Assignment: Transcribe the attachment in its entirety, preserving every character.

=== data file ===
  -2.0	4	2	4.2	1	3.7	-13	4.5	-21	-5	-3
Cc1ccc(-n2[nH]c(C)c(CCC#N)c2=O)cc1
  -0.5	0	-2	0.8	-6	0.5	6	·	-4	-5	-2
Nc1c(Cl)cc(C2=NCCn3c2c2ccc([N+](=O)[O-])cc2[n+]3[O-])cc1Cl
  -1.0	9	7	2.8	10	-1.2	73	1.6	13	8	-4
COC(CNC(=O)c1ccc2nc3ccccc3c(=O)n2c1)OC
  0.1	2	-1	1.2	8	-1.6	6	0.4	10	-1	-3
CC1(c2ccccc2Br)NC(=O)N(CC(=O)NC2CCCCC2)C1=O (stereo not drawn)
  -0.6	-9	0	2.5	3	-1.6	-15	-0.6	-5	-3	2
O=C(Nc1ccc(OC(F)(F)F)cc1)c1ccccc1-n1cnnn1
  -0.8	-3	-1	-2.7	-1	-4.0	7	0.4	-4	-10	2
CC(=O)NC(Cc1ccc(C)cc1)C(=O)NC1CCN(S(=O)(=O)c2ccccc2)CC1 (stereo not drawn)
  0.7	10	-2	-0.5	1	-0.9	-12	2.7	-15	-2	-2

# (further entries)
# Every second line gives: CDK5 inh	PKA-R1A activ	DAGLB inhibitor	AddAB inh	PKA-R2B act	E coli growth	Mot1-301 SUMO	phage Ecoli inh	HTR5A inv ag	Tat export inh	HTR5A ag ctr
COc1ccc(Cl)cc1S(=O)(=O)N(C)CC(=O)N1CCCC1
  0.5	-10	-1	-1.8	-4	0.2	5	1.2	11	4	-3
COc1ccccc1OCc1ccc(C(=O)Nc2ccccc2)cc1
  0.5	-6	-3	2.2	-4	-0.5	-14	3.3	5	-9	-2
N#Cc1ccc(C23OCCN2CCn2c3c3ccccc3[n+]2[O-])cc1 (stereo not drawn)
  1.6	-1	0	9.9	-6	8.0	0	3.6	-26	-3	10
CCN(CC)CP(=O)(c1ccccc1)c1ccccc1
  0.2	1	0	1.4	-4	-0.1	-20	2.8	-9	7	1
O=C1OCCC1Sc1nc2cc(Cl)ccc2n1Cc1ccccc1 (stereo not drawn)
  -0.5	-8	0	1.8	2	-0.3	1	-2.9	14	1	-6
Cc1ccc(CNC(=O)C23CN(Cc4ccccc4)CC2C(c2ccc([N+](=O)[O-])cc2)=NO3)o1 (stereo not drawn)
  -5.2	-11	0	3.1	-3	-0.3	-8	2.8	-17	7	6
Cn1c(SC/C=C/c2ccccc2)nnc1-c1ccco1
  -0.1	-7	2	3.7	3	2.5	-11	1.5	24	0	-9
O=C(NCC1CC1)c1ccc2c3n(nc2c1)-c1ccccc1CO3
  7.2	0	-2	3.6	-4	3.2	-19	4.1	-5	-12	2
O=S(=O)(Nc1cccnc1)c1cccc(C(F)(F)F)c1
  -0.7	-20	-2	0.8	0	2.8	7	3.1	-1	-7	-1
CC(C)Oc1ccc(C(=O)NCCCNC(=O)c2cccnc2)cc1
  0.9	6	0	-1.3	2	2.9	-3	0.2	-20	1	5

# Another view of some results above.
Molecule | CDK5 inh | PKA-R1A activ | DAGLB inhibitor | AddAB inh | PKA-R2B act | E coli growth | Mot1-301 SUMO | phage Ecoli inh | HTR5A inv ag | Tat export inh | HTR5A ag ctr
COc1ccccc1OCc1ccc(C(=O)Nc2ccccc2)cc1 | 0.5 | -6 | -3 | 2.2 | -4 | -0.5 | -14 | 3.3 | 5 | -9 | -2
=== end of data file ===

  -2.0	4	2	4.2	1	3.7	-13	4.5	-21	-5	-3
Cc1ccc(-n2[nH]c(C)c(CCC#N)c2=O)cc1
  -0.5	0	-2	0.8	-6	0.5	6	·	-4	-5	-2
Nc1c(Cl)cc(C2=NCCn3c2c2ccc([N+](=O)[O-])cc2[n+]3[O-])cc1Cl
  -1.0	9	7	2.8	10	-1.2	73	1.6	13	8	-4
COC(CNC(=O)c1ccc2nc3ccccc3c(=O)n2c1)OC
  0.1	2	-1	1.2	8	-1.6	6	0.4	10	-1	-3
CC1(c2ccccc2Br)NC(=O)N(CC(=O)NC2CCCCC2)C1=O (stereo not drawn)
  -0.6	-9	0	2.5	3	-1.6	-15	-0.6	-5	-3	2
O=C(Nc1ccc(OC(F)(F)F)cc1)c1ccccc1-n1cnnn1
  -0.8	-3	-1	-2.7	-1	-4.0	7	0.4	-4	-10	2
CC(=O)NC(Cc1ccc(C)cc1)C(=O)NC1CCN(S(=O)(=O)c2ccccc2)CC1 (stereo not drawn)
  0.7	10	-2	-0.5	1	-0.9	-12	2.7	-15	-2	-2

# (further entries)
# Every second line gives: CDK5 inh	PKA-R1A activ	DAGLB inhibitor	AddAB inh	PKA-R2B act	E coli growth	Mot1-301 SUMO	phage Ecoli inh	HTR5A inv ag	Tat export inh	HTR5A ag ctr
COc1ccc(Cl)cc1S(=O)(=O)N(C)CC(=O)N1CCCC1
  0.5	-10	-1	-1.8	-4	0.2	5	1.2	11	4	-3
COc1ccccc1OCc1ccc(C(=O)Nc2ccccc2)cc1
  0.5	-6	-3	2.2	-4	-0.5	-14	3.3	5	-9	-2
N#Cc1ccc(C23OCCN2CCn2c3c3ccccc3[n+]2[O-])cc1 (stereo not drawn)
  1.6	-1	0	9.9	-6	8.0	0	3.6	-26	-3	10
CCN(CC)CP(=O)(c1ccccc1)c1ccccc1
  0.2	1	0	1.4	-4	-0.1	-20	2.8	-9	7	1
O=C1OCCC1Sc1nc2cc(Cl)ccc2n1Cc1ccccc1 (stereo not drawn)
  -0.5	-8	0	1.8	2	-0.3	1	-2.9	14	1	-6
Cc1ccc(CNC(=O)C23CN(Cc4ccccc4)CC2C(c2ccc([N+](=O)[O-])cc2)=NO3)o1 (stereo not drawn)
  -5.2	-11	0	3.1	-3	-0.3	-8	2.8	-17	7	6
Cn1c(SC/C=C/c2ccccc2)nnc1-c1ccco1
  -0.1	-7	2	3.7	3	2.5	-11	1.5	24	0	-9
O=C(NCC1CC1)c1ccc2c3n(nc2c1)-c1ccccc1CO3
  7.2	0	-2	3.6	-4	3.2	-19	4.1	-5	-12	2
O=S(=O)(Nc1cccnc1)c1cccc(C(F)(F)F)c1
  -0.7	-20	-2	0.8	0	2.8	7	3.1	-1	-7	-1
CC(C)Oc1ccc(C(=O)NCCCNC(=O)c2cccnc2)cc1
  0.9	6	0	-1.3	2	2.9	-3	0.2	-20	1	5

# Another view of some results above.
Molecule | CDK5 inh | PKA-R1A activ | DAGLB inhibitor | AddAB inh | PKA-R2B act | E coli growth | Mot1-301 SUMO | phage Ecoli inh | HTR5A inv ag | Tat export inh | HTR5A ag ctr
COc1ccccc1OCc1ccc(C(=O)Nc2ccccc2)cc1 | 0.5 | -6 | -3 | 2.2 | -4 | -0.5 | -14 | 3.3 | 5 | -9 | -2